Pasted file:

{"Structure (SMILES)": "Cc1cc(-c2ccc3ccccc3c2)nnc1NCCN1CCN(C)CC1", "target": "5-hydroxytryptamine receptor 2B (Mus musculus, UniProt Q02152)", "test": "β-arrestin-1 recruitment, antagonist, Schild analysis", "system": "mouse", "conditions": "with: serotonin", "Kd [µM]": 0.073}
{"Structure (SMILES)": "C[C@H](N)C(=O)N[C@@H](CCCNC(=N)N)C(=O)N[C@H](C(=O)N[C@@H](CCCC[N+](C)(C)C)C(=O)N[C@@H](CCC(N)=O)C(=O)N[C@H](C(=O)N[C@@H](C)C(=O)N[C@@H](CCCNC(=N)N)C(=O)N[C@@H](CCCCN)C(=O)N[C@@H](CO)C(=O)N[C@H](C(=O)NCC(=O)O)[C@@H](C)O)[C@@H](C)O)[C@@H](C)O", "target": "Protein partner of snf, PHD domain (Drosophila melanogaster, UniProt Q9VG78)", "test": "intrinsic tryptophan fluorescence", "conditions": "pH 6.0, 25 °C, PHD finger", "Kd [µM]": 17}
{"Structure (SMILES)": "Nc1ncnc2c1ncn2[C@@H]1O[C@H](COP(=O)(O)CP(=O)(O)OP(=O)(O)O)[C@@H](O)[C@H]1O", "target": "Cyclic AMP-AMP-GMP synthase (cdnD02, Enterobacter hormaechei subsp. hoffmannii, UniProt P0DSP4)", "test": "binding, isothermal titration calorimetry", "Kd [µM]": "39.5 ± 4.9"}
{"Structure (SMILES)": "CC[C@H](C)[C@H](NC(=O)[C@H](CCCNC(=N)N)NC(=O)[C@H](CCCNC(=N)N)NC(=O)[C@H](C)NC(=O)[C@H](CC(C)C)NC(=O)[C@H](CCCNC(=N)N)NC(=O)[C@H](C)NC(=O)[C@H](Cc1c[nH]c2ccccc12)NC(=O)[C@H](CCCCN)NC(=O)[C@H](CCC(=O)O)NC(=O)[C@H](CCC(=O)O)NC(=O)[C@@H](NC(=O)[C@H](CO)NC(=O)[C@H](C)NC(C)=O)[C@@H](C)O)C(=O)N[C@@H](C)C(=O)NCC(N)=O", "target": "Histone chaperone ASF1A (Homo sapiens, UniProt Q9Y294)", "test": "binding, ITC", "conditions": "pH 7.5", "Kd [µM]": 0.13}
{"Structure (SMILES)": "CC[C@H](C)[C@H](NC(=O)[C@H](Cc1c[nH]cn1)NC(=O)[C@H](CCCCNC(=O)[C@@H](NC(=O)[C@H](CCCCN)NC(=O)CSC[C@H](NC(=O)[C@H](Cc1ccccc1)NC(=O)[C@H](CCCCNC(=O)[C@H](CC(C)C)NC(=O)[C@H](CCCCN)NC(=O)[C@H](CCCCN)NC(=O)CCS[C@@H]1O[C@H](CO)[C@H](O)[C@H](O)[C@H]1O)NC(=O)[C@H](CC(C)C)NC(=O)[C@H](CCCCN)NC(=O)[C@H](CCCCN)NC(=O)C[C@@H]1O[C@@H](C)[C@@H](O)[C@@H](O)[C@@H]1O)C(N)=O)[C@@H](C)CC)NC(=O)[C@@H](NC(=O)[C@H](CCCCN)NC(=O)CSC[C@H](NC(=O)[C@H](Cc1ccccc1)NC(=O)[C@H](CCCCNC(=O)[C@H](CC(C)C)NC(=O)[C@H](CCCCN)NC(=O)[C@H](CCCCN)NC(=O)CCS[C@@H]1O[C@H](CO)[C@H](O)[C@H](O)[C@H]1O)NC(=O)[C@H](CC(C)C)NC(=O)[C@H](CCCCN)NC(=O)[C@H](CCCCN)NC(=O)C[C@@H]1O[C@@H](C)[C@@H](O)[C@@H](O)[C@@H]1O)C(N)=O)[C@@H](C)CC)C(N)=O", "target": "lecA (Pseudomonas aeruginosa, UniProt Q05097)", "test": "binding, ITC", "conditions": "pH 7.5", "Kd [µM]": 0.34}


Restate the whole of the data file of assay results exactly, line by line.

{"Structure (SMILES)": "Cc1cc(-c2ccc3ccccc3c2)nnc1NCCN1CCN(C)CC1", "target": "5-hydroxytryptamine receptor 2B (Mus musculus, UniProt Q02152)", "test": "β-arrestin-1 recruitment, antagonist, Schild analysis", "system": "mouse", "conditions": "with: serotonin", "Kd [µM]": 0.073}
{"Structure (SMILES)": "C[C@H](N)C(=O)N[C@@H](CCCNC(=N)N)C(=O)N[C@H](C(=O)N[C@@H](CCCC[N+](C)(C)C)C(=O)N[C@@H](CCC(N)=O)C(=O)N[C@H](C(=O)N[C@@H](C)C(=O)N[C@@H](CCCNC(=N)N)C(=O)N[C@@H](CCCCN)C(=O)N[C@@H](CO)C(=O)N[C@H](C(=O)NCC(=O)O)[C@@H](C)O)[C@@H](C)O)[C@@H](C)O", "target": "Protein partner of snf, PHD domain (Drosophila melanogaster, UniProt Q9VG78)", "test": "intrinsic tryptophan fluorescence", "conditions": "pH 6.0, 25 °C, PHD finger", "Kd [µM]": 17}
{"Structure (SMILES)": "Nc1ncnc2c1ncn2[C@@H]1O[C@H](COP(=O)(O)CP(=O)(O)OP(=O)(O)O)[C@@H](O)[C@H]1O", "target": "Cyclic AMP-AMP-GMP synthase (cdnD02, Enterobacter hormaechei subsp. hoffmannii, UniProt P0DSP4)", "test": "binding, isothermal titration calorimetry", "Kd [µM]": "39.5 ± 4.9"}
{"Structure (SMILES)": "CC[C@H](C)[C@H](NC(=O)[C@H](CCCNC(=N)N)NC(=O)[C@H](CCCNC(=N)N)NC(=O)[C@H](C)NC(=O)[C@H](CC(C)C)NC(=O)[C@H](CCCNC(=N)N)NC(=O)[C@H](C)NC(=O)[C@H](Cc1c[nH]c2ccccc12)NC(=O)[C@H](CCCCN)NC(=O)[C@H](CCC(=O)O)NC(=O)[C@H](CCC(=O)O)NC(=O)[C@@H](NC(=O)[C@H](CO)NC(=O)[C@H](C)NC(C)=O)[C@@H](C)O)C(=O)N[C@@H](C)C(=O)NCC(N)=O", "target": "Histone chaperone ASF1A (Homo sapiens, UniProt Q9Y294)", "test": "binding, ITC", "conditions": "pH 7.5", "Kd [µM]": 0.13}
{"Structure (SMILES)": "CC[C@H](C)[C@H](NC(=O)[C@H](Cc1c[nH]cn1)NC(=O)[C@H](CCCCNC(=O)[C@@H](NC(=O)[C@H](CCCCN)NC(=O)CSC[C@H](NC(=O)[C@H](Cc1ccccc1)NC(=O)[C@H](CCCCNC(=O)[C@H](CC(C)C)NC(=O)[C@H](CCCCN)NC(=O)[C@H](CCCCN)NC(=O)CCS[C@@H]1O[C@H](CO)[C@H](O)[C@H](O)[C@H]1O)NC(=O)[C@H](CC(C)C)NC(=O)[C@H](CCCCN)NC(=O)[C@H](CCCCN)NC(=O)C[C@@H]1O[C@@H](C)[C@@H](O)[C@@H](O)[C@@H]1O)C(N)=O)[C@@H](C)CC)NC(=O)[C@@H](NC(=O)[C@H](CCCCN)NC(=O)CSC[C@H](NC(=O)[C@H](Cc1ccccc1)NC(=O)[C@H](CCCCNC(=O)[C@H](CC(C)C)NC(=O)[C@H](CCCCN)NC(=O)[C@H](CCCCN)NC(=O)CCS[C@@H]1O[C@H](CO)[C@H](O)[C@H](O)[C@H]1O)NC(=O)[C@H](CC(C)C)NC(=O)[C@H](CCCCN)NC(=O)[C@H](CCCCN)NC(=O)C[C@@H]1O[C@@H](C)[C@@H](O)[C@@H](O)[C@@H]1O)C(N)=O)[C@@H](C)CC)C(N)=O", "target": "lecA (Pseudomonas aeruginosa, UniProt Q05097)", "test": "binding, ITC", "conditions": "pH 7.5", "Kd [µM]": 0.34}